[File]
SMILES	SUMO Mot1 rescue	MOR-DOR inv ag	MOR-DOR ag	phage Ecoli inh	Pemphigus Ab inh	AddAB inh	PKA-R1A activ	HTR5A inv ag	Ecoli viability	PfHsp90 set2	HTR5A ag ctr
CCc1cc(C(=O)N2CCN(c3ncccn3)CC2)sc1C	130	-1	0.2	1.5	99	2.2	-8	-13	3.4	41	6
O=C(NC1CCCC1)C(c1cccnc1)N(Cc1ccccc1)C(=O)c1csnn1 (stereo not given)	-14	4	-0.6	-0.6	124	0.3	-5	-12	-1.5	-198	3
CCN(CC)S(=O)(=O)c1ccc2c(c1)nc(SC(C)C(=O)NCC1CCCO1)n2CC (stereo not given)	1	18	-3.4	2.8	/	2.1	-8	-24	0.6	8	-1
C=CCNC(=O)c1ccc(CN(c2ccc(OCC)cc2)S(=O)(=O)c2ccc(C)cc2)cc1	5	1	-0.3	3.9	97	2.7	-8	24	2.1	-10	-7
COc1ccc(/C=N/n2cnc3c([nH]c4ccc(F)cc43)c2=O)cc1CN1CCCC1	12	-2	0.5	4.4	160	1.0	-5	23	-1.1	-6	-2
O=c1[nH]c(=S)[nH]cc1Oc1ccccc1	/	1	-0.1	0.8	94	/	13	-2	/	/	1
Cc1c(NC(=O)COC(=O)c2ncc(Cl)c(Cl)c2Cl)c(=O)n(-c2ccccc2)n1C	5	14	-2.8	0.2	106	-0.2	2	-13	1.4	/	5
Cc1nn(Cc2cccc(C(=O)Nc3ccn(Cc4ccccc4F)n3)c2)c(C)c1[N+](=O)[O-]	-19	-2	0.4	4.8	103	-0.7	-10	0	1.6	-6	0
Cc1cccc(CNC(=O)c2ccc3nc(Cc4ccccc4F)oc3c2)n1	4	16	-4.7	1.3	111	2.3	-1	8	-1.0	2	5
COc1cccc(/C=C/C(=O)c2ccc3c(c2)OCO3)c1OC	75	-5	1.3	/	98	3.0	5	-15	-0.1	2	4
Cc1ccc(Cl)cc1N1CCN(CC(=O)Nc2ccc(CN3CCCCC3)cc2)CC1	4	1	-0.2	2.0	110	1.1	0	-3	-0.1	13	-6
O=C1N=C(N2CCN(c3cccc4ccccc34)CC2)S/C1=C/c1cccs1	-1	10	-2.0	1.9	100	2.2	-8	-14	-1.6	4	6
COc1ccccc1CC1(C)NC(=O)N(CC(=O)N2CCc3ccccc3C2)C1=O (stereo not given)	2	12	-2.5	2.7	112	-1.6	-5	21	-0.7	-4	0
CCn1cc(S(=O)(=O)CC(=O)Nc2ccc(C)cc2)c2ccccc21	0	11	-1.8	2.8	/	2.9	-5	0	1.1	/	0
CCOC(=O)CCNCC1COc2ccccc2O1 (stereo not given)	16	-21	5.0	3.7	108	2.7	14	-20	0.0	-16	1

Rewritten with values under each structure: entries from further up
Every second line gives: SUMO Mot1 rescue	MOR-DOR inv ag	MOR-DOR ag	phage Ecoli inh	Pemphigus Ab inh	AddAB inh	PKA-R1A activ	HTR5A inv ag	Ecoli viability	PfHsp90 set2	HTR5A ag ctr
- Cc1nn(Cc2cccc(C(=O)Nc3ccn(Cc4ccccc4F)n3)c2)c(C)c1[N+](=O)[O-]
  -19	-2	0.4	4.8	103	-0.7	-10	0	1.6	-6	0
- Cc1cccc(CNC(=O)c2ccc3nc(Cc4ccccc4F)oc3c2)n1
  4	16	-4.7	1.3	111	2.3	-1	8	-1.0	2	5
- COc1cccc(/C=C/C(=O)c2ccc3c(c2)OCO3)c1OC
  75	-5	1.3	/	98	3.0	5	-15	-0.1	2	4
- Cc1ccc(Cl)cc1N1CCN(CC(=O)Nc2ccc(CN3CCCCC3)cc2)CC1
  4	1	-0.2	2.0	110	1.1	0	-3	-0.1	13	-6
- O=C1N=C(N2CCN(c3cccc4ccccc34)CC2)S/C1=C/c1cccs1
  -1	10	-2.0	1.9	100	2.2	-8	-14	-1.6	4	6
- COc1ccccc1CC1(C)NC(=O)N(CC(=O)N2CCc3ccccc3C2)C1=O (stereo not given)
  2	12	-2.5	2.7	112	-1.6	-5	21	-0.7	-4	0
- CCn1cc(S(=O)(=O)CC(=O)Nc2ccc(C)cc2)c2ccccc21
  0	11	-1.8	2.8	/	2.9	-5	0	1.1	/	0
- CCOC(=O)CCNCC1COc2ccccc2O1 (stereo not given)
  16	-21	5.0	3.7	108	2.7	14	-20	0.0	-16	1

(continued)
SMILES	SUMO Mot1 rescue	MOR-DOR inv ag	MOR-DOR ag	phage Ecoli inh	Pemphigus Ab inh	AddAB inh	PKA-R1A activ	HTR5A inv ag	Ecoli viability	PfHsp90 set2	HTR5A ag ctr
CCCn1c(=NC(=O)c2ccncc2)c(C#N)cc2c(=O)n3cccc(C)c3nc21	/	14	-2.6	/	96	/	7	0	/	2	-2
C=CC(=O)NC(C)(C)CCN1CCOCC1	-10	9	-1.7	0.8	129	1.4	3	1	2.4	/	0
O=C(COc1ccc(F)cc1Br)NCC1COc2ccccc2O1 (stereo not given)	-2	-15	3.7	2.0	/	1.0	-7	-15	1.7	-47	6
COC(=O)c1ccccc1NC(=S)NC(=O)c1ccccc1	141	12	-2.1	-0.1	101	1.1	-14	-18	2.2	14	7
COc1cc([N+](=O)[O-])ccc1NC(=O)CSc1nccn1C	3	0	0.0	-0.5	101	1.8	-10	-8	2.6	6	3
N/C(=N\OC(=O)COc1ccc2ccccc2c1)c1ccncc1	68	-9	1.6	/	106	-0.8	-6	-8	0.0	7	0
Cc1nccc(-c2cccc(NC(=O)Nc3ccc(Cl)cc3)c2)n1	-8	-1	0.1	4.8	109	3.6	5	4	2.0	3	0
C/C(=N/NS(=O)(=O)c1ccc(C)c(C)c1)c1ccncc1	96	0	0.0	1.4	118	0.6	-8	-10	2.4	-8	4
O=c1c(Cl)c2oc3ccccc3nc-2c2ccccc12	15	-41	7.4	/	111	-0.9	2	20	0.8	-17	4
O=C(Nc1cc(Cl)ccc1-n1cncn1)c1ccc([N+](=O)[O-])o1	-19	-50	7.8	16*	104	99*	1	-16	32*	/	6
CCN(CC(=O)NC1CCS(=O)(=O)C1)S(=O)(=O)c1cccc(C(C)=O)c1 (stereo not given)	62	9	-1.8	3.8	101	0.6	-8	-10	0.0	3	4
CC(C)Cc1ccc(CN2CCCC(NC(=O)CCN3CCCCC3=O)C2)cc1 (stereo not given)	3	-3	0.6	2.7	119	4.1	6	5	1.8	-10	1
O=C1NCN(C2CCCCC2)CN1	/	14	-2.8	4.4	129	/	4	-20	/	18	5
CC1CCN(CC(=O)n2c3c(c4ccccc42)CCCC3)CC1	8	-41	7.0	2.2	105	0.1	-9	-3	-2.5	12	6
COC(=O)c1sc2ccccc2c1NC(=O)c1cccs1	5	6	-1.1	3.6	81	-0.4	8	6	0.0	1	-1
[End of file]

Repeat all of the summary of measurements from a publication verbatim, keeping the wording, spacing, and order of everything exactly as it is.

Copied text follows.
SMILES	SUMO Mot1 rescue	MOR-DOR inv ag	MOR-DOR ag	phage Ecoli inh	Pemphigus Ab inh	AddAB inh	PKA-R1A activ	HTR5A inv ag	Ecoli viability	PfHsp90 set2	HTR5A ag ctr
CCc1cc(C(=O)N2CCN(c3ncccn3)CC2)sc1C	130	-1	0.2	1.5	99	2.2	-8	-13	3.4	41	6
O=C(NC1CCCC1)C(c1cccnc1)N(Cc1ccccc1)C(=O)c1csnn1 (stereo not given)	-14	4	-0.6	-0.6	124	0.3	-5	-12	-1.5	-198	3
CCN(CC)S(=O)(=O)c1ccc2c(c1)nc(SC(C)C(=O)NCC1CCCO1)n2CC (stereo not given)	1	18	-3.4	2.8	/	2.1	-8	-24	0.6	8	-1
C=CCNC(=O)c1ccc(CN(c2ccc(OCC)cc2)S(=O)(=O)c2ccc(C)cc2)cc1	5	1	-0.3	3.9	97	2.7	-8	24	2.1	-10	-7
COc1ccc(/C=N/n2cnc3c([nH]c4ccc(F)cc43)c2=O)cc1CN1CCCC1	12	-2	0.5	4.4	160	1.0	-5	23	-1.1	-6	-2
O=c1[nH]c(=S)[nH]cc1Oc1ccccc1	/	1	-0.1	0.8	94	/	13	-2	/	/	1
Cc1c(NC(=O)COC(=O)c2ncc(Cl)c(Cl)c2Cl)c(=O)n(-c2ccccc2)n1C	5	14	-2.8	0.2	106	-0.2	2	-13	1.4	/	5
Cc1nn(Cc2cccc(C(=O)Nc3ccn(Cc4ccccc4F)n3)c2)c(C)c1[N+](=O)[O-]	-19	-2	0.4	4.8	103	-0.7	-10	0	1.6	-6	0
Cc1cccc(CNC(=O)c2ccc3nc(Cc4ccccc4F)oc3c2)n1	4	16	-4.7	1.3	111	2.3	-1	8	-1.0	2	5
COc1cccc(/C=C/C(=O)c2ccc3c(c2)OCO3)c1OC	75	-5	1.3	/	98	3.0	5	-15	-0.1	2	4
Cc1ccc(Cl)cc1N1CCN(CC(=O)Nc2ccc(CN3CCCCC3)cc2)CC1	4	1	-0.2	2.0	110	1.1	0	-3	-0.1	13	-6
O=C1N=C(N2CCN(c3cccc4ccccc34)CC2)S/C1=C/c1cccs1	-1	10	-2.0	1.9	100	2.2	-8	-14	-1.6	4	6
COc1ccccc1CC1(C)NC(=O)N(CC(=O)N2CCc3ccccc3C2)C1=O (stereo not given)	2	12	-2.5	2.7	112	-1.6	-5	21	-0.7	-4	0
CCn1cc(S(=O)(=O)CC(=O)Nc2ccc(C)cc2)c2ccccc21	0	11	-1.8	2.8	/	2.9	-5	0	1.1	/	0
CCOC(=O)CCNCC1COc2ccccc2O1 (stereo not given)	16	-21	5.0	3.7	108	2.7	14	-20	0.0	-16	1

Rewritten with values under each structure: entries from further up
Every second line gives: SUMO Mot1 rescue	MOR-DOR inv ag	MOR-DOR ag	phage Ecoli inh	Pemphigus Ab inh	AddAB inh	PKA-R1A activ	HTR5A inv ag	Ecoli viability	PfHsp90 set2	HTR5A ag ctr
- Cc1nn(Cc2cccc(C(=O)Nc3ccn(Cc4ccccc4F)n3)c2)c(C)c1[N+](=O)[O-]
  -19	-2	0.4	4.8	103	-0.7	-10	0	1.6	-6	0
- Cc1cccc(CNC(=O)c2ccc3nc(Cc4ccccc4F)oc3c2)n1
  4	16	-4.7	1.3	111	2.3	-1	8	-1.0	2	5
- COc1cccc(/C=C/C(=O)c2ccc3c(c2)OCO3)c1OC
  75	-5	1.3	/	98	3.0	5	-15	-0.1	2	4
- Cc1ccc(Cl)cc1N1CCN(CC(=O)Nc2ccc(CN3CCCCC3)cc2)CC1
  4	1	-0.2	2.0	110	1.1	0	-3	-0.1	13	-6
- O=C1N=C(N2CCN(c3cccc4ccccc34)CC2)S/C1=C/c1cccs1
  -1	10	-2.0	1.9	100	2.2	-8	-14	-1.6	4	6
- COc1ccccc1CC1(C)NC(=O)N(CC(=O)N2CCc3ccccc3C2)C1=O (stereo not given)
  2	12	-2.5	2.7	112	-1.6	-5	21	-0.7	-4	0
- CCn1cc(S(=O)(=O)CC(=O)Nc2ccc(C)cc2)c2ccccc21
  0	11	-1.8	2.8	/	2.9	-5	0	1.1	/	0
- CCOC(=O)CCNCC1COc2ccccc2O1 (stereo not given)
  16	-21	5.0	3.7	108	2.7	14	-20	0.0	-16	1

(continued)
SMILES	SUMO Mot1 rescue	MOR-DOR inv ag	MOR-DOR ag	phage Ecoli inh	Pemphigus Ab inh	AddAB inh	PKA-R1A activ	HTR5A inv ag	Ecoli viability	PfHsp90 set2	HTR5A ag ctr
CCCn1c(=NC(=O)c2ccncc2)c(C#N)cc2c(=O)n3cccc(C)c3nc21	/	14	-2.6	/	96	/	7	0	/	2	-2
C=CC(=O)NC(C)(C)CCN1CCOCC1	-10	9	-1.7	0.8	129	1.4	3	1	2.4	/	0
O=C(COc1ccc(F)cc1Br)NCC1COc2ccccc2O1 (stereo not given)	-2	-15	3.7	2.0	/	1.0	-7	-15	1.7	-47	6
COC(=O)c1ccccc1NC(=S)NC(=O)c1ccccc1	141	12	-2.1	-0.1	101	1.1	-14	-18	2.2	14	7
COc1cc([N+](=O)[O-])ccc1NC(=O)CSc1nccn1C	3	0	0.0	-0.5	101	1.8	-10	-8	2.6	6	3
N/C(=N\OC(=O)COc1ccc2ccccc2c1)c1ccncc1	68	-9	1.6	/	106	-0.8	-6	-8	0.0	7	0
Cc1nccc(-c2cccc(NC(=O)Nc3ccc(Cl)cc3)c2)n1	-8	-1	0.1	4.8	109	3.6	5	4	2.0	3	0
C/C(=N/NS(=O)(=O)c1ccc(C)c(C)c1)c1ccncc1	96	0	0.0	1.4	118	0.6	-8	-10	2.4	-8	4
O=c1c(Cl)c2oc3ccccc3nc-2c2ccccc12	15	-41	7.4	/	111	-0.9	2	20	0.8	-17	4
O=C(Nc1cc(Cl)ccc1-n1cncn1)c1ccc([N+](=O)[O-])o1	-19	-50	7.8	16*	104	99*	1	-16	32*	/	6
CCN(CC(=O)NC1CCS(=O)(=O)C1)S(=O)(=O)c1cccc(C(C)=O)c1 (stereo not given)	62	9	-1.8	3.8	101	0.6	-8	-10	0.0	3	4
CC(C)Cc1ccc(CN2CCCC(NC(=O)CCN3CCCCC3=O)C2)cc1 (stereo not given)	3	-3	0.6	2.7	119	4.1	6	5	1.8	-10	1
O=C1NCN(C2CCCCC2)CN1	/	14	-2.8	4.4	129	/	4	-20	/	18	5
CC1CCN(CC(=O)n2c3c(c4ccccc42)CCCC3)CC1	8	-41	7.0	2.2	105	0.1	-9	-3	-2.5	12	6
COC(=O)c1sc2ccccc2c1NC(=O)c1cccs1	5	6	-1.1	3.6	81	-0.4	8	6	0.0	1	-1